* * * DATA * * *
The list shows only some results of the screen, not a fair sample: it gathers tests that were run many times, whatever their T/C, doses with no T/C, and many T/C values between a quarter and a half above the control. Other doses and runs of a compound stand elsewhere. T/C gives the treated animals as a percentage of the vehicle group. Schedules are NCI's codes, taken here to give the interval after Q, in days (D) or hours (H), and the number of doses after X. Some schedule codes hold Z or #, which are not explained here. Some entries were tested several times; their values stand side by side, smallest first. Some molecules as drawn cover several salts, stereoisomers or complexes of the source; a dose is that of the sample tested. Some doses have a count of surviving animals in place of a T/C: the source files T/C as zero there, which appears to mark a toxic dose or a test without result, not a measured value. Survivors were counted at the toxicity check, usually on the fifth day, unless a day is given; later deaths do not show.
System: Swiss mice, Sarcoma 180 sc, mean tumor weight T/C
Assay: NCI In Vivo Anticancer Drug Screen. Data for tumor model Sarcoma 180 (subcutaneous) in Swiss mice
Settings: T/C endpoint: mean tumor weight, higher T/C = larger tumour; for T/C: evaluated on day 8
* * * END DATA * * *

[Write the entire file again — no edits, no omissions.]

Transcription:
The list shows only some results of the screen, not a fair sample: it gathers tests that were run many times, whatever their T/C, doses with no T/C, and many T/C values between a quarter and a half above the control. Other doses and runs of a compound stand elsewhere. T/C gives the treated animals as a percentage of the vehicle group. Schedules are NCI's codes, taken here to give the interval after Q, in days (D) or hours (H), and the number of doses after X. Some schedule codes hold Z or #, which are not explained here. Some entries were tested several times; their values stand side by side, smallest first. Some molecules as drawn cover several salts, stereoisomers or complexes of the source; a dose is that of the sample tested. Some doses have a count of surviving animals in place of a T/C: the source files T/C as zero there, which appears to mark a toxic dose or a test without result, not a measured value. Survivors were counted at the toxicity check, usually on the fifth day, unless a day is given; later deaths do not show.
System: Swiss mice, Sarcoma 180 sc, mean tumor weight T/C
Assay: NCI In Vivo Anticancer Drug Screen. Data for tumor model Sarcoma 180 (subcutaneous) in Swiss mice
Settings: T/C endpoint: mean tumor weight, higher T/C = larger tumour; for T/C: evaluated on day 8